CEOs who find time in their busy schedules to write a book usually opt for a memoir or a business how-to that relives their own successes.
Not Jared Cohen.
The founder and chief executive of Jigsaw, a unit of Google parent Alphabet that’s been described as a tech incubator designed to address the “unintended consequences of digital communication” — cyberattacks on news organizations, online harassment, stolen passwords from activists — Cohen is a polymath who was a Rhodes Scholar, served as a State Department policy wonk under Condoleezza Rice and Hillary Clinton, and has three other books to his name.
His newest book, “Accidental Presidents,” has been in the works since 2014 but is the culmination of a childhood fascination with the men who ascended to the job after the death of their predecessors. He is careful to note he started writing the book before Trump even announced he was running but found himself writing it at a time when “Americans were really captivated by politics, history — what makes a good leader, what makes a bad leader.” We spoke with Cohen about the risks of how this country thinks about the vice presidency, what lessons it has had for his own job and why he collects presidential memorabilia — including locks of hair from dead presidents. The conversation has been edited for length and clarity.
How did you find time to write such a heavily researched book?
I’ve thought about my career as a portfolio of curiosities. I’m very long on foreign policy; I’m very long on tech; I’m very long on business. But I’ve always had this lingering curiosity and passion about the presidents, and in particular these abrupt and unexpected transitions that thrust somebody into power that was never supposed to be there.
I found an interesting correlation between my day job and this. I’m an insomniac. I work in an industry that’s so focused on the future and innovation, and I could either meditate to keep myself sane or I could focus on my form of meditation — digging into chapters of history that I love. By spending time writing this book, it had the ripple effect of also giving me a surge in my day job. I found that going back and forth between writing about the past and working on the future — I loved the contrast.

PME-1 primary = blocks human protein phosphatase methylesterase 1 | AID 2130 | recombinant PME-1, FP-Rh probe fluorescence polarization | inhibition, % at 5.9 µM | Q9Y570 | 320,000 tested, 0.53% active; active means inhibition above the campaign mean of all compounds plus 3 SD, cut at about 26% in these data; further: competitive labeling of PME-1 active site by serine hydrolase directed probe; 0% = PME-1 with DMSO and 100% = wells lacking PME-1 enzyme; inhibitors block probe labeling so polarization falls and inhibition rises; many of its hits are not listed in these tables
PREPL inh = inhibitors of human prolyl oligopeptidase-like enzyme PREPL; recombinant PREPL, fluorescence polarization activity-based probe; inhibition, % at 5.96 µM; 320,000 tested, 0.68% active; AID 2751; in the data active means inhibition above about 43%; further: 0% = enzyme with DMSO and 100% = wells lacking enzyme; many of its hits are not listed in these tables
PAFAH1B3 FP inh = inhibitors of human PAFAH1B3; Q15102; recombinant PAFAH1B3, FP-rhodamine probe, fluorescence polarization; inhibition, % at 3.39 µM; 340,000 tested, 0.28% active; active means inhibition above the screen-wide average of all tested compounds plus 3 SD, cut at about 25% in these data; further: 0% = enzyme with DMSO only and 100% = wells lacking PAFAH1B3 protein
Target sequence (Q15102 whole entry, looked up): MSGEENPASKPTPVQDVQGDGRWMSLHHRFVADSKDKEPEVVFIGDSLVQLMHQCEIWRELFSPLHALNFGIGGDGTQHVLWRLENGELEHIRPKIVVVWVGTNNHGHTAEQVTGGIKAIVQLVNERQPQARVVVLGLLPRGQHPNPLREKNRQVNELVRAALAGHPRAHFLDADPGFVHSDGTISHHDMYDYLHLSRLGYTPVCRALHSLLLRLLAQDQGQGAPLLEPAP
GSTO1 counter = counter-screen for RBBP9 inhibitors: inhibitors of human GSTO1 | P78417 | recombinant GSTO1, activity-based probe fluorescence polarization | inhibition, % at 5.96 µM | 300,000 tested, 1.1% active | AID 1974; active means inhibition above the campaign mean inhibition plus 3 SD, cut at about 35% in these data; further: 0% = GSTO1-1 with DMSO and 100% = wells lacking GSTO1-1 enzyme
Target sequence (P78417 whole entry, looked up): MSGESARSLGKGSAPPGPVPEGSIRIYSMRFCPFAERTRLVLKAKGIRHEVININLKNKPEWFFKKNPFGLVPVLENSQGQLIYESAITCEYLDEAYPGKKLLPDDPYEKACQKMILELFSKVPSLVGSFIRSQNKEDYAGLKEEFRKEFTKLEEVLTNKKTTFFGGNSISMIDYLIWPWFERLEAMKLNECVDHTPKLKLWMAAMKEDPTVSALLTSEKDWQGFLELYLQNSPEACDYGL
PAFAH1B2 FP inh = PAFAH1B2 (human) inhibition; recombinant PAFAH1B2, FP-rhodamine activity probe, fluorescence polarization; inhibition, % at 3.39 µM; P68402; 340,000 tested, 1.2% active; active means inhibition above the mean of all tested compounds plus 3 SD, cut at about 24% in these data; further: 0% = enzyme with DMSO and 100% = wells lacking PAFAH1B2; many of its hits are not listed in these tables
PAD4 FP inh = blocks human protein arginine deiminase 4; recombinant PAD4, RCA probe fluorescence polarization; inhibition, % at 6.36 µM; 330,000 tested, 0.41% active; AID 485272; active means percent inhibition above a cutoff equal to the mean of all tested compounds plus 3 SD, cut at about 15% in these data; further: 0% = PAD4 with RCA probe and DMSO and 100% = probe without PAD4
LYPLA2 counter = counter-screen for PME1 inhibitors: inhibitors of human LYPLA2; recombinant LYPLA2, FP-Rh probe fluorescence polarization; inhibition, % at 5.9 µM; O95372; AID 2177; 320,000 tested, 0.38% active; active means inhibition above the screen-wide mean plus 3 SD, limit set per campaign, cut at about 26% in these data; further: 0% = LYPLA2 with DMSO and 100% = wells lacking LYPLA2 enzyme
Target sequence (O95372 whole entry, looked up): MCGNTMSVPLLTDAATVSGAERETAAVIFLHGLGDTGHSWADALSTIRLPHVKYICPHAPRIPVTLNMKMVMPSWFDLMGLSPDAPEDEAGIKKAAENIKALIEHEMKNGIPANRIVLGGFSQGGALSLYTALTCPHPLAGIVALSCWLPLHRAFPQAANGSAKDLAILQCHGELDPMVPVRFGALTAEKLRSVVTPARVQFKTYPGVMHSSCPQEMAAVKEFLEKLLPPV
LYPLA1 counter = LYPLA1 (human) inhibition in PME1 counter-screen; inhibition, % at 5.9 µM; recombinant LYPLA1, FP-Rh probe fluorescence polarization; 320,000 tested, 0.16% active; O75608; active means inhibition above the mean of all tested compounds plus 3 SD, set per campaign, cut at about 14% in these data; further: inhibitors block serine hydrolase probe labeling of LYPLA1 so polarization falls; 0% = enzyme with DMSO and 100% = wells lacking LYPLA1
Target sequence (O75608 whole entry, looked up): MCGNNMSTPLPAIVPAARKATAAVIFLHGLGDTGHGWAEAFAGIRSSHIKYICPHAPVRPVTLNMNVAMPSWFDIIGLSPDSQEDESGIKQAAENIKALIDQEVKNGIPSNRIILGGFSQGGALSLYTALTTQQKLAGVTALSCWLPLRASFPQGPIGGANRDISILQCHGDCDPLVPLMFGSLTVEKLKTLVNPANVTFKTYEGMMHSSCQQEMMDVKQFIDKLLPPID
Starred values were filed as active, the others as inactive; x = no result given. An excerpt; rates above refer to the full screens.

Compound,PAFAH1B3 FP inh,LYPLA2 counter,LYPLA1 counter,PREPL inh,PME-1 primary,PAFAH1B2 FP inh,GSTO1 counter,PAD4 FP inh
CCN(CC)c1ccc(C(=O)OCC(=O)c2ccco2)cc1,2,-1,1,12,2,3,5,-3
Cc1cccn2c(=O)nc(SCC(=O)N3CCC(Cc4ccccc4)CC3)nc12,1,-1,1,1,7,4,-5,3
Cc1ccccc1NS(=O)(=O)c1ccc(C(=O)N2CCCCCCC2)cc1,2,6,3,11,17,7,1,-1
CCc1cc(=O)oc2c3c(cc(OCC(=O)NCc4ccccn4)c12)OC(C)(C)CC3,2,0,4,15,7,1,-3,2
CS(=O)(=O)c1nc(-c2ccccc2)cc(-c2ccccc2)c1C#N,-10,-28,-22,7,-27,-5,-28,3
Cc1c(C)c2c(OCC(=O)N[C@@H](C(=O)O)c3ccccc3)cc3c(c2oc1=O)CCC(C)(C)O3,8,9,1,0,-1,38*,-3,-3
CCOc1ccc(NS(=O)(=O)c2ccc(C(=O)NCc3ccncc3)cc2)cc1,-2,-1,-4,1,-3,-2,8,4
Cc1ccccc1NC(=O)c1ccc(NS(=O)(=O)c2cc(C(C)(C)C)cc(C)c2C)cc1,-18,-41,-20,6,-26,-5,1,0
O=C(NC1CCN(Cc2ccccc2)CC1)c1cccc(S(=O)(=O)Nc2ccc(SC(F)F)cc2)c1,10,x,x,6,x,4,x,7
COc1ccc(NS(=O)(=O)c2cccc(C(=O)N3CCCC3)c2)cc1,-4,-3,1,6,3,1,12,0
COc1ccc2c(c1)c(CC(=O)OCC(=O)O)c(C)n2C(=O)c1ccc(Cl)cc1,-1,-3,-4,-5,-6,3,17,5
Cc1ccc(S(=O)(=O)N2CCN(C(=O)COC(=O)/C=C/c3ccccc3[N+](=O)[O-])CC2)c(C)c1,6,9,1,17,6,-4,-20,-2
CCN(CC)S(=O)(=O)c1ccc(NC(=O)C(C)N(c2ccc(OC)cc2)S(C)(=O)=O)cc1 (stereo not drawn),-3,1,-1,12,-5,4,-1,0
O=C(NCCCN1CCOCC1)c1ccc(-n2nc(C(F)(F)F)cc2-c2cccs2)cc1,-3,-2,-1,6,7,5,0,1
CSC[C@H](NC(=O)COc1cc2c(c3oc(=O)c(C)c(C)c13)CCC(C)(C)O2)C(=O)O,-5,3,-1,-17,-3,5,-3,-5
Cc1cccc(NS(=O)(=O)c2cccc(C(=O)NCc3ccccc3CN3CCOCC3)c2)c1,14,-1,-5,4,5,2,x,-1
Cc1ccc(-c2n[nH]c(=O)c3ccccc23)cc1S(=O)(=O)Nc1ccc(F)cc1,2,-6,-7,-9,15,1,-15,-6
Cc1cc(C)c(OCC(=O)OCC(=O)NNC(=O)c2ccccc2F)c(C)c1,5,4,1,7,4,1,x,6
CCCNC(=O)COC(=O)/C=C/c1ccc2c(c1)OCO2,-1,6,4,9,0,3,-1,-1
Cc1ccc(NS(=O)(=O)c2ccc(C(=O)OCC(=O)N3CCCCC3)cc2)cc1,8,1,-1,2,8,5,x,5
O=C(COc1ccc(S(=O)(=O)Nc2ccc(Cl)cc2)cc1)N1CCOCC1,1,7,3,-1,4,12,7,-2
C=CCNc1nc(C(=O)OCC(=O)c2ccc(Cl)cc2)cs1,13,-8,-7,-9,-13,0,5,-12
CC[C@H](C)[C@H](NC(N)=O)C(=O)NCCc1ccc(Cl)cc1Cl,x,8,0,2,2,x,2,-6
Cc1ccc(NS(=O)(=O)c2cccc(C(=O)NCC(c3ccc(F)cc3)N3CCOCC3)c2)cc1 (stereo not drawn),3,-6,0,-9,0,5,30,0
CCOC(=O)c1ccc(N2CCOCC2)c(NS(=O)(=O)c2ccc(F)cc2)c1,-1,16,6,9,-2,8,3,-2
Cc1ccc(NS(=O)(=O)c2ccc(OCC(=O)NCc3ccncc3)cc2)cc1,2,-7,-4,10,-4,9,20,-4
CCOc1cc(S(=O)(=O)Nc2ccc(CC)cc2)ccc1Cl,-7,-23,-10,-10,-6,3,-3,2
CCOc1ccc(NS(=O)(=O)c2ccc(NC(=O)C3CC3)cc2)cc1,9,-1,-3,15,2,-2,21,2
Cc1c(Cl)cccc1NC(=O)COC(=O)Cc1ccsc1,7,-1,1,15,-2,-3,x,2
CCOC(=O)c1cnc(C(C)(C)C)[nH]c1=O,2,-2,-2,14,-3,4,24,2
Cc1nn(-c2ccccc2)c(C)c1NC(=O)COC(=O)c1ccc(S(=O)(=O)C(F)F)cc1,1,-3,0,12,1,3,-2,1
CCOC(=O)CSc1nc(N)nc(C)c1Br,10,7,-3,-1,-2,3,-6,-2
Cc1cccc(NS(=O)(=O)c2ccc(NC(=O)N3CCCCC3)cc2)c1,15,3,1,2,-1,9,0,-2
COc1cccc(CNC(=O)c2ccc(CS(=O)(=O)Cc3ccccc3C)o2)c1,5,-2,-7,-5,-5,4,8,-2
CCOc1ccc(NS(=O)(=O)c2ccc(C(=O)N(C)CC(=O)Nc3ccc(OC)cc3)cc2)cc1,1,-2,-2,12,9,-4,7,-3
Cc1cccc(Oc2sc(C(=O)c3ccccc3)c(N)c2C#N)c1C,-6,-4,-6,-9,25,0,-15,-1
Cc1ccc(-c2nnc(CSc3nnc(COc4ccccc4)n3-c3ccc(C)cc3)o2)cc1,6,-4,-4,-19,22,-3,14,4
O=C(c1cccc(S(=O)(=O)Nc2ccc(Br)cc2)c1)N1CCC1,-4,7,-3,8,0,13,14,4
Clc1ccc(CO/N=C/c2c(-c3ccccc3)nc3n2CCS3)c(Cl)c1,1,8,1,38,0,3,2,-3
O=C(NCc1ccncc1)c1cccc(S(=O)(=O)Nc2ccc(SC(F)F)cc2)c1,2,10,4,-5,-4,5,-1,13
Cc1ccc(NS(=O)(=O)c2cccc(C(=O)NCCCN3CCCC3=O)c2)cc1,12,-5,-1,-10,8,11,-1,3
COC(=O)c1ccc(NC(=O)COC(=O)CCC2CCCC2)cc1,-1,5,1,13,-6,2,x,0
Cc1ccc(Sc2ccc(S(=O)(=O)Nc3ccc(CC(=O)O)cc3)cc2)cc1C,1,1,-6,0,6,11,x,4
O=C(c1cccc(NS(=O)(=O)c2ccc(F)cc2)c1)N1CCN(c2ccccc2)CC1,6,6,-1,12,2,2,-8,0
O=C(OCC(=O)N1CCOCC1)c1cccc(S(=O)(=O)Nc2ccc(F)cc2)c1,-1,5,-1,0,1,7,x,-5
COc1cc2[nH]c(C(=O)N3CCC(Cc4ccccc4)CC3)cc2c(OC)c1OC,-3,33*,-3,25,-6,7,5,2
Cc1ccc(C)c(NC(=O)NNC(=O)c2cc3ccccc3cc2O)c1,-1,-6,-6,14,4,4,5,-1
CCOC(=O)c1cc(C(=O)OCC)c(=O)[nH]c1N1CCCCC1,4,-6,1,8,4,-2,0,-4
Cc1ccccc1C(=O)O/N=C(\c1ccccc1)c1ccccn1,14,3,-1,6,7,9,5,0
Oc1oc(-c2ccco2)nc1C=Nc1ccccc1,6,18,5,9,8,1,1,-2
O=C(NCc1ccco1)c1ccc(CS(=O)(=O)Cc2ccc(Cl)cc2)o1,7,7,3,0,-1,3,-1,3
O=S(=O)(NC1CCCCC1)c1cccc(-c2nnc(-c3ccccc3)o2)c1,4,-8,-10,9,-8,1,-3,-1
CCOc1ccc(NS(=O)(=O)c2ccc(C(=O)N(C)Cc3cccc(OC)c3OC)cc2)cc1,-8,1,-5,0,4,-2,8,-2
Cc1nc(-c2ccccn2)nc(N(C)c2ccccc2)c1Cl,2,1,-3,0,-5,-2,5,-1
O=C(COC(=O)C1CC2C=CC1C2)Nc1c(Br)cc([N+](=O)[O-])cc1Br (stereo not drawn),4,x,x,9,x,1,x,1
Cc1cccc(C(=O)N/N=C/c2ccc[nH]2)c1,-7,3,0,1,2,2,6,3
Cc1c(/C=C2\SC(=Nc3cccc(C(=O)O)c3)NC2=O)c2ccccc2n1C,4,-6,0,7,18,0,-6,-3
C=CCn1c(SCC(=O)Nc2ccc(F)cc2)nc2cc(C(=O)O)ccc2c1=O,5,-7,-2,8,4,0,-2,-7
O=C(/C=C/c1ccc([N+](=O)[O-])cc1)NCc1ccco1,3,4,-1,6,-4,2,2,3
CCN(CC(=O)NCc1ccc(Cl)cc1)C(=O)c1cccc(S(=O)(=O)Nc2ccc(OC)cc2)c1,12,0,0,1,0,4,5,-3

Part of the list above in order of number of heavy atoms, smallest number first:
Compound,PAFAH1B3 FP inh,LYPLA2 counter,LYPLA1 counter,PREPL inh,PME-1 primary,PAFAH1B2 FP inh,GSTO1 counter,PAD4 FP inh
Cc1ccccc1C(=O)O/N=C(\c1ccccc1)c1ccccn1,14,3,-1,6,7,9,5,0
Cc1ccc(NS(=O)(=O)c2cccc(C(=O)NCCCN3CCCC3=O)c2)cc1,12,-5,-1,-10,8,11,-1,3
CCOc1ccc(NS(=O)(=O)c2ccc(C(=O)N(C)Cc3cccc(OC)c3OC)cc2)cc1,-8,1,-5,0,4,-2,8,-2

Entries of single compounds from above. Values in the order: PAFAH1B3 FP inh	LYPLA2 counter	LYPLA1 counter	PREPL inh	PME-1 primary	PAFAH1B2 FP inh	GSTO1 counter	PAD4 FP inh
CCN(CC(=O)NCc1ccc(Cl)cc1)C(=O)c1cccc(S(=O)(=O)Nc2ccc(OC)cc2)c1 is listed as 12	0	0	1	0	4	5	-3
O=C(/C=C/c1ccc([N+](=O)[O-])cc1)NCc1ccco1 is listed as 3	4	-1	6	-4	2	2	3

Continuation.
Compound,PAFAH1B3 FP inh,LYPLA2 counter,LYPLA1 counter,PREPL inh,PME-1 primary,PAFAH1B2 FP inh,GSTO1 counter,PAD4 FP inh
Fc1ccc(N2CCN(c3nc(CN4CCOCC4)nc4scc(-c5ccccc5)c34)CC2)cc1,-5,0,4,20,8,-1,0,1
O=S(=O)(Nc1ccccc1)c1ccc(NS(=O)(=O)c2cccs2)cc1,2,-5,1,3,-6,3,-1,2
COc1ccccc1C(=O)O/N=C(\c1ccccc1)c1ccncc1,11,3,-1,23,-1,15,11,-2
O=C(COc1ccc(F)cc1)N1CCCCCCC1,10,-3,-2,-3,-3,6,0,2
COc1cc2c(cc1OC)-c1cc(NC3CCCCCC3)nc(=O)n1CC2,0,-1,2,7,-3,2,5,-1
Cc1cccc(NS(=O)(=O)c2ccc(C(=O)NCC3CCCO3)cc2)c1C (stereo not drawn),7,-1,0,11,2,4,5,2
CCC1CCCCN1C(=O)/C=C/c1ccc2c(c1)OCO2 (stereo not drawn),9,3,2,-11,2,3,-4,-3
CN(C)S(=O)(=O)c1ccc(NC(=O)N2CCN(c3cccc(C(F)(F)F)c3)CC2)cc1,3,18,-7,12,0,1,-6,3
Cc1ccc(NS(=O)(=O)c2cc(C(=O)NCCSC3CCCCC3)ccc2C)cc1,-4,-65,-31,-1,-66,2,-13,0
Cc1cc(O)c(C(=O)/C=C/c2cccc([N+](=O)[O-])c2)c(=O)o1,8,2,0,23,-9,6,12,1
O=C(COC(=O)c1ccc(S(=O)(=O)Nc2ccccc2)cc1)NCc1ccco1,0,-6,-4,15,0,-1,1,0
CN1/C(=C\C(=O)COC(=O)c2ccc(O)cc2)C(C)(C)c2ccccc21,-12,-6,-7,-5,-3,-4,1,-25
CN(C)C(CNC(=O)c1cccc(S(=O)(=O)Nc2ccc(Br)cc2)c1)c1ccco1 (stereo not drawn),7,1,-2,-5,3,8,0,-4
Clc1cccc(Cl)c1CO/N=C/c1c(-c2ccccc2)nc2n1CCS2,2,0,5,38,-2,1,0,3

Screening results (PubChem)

Tell me about how you got interested in the topic.
My parents bought me a children’s book when I was 8 years old called “The Buck Stops Here.” Their goal was to turn me into a precocious kid, but instead they had to have eight conversations about pretty heavy topics like assassination and death.
The other thing — just as someone who’s running a unit within Alphabet — is that as I’m studying these figures in history, what I’m realizing is they’re confronting a lot of the same challenges you read about in Harvard Business Review. They’re trying to balance strategy and vision. They’re trying to figure out what to do about unexpected crises. They’re trying to make sure they have the right people around them.
What biographies did you read in preparing for this book that you think are also good books about leadership?
David McCullough’s book on Truman answers the question of how someone who’s so ill-prepared for one of the most seminal moments in history can end up achieving such extraordinary success when on paper they shouldn’t have. The takeaway from McCullough’s book is that it’s a two-to-tango dynamic. The leader has to have the confidence and the decisiveness to make uncomfortable decisions, but at the end of the day they’re also at the mercy of the people around them.
Others I loved were the Edmund Morris biographies of Teddy Roosevelt. He was such an outsize personality and colorful character. When you read about him, you’re really reading about one of the most complex people in history. He exhibits a lot of the attributes of a really Type A founder. If you ask the question, “Which historical president would have been more active on social media than Trump?” albeit with different content, I’m very confident in saying it would have been Teddy Roosevelt.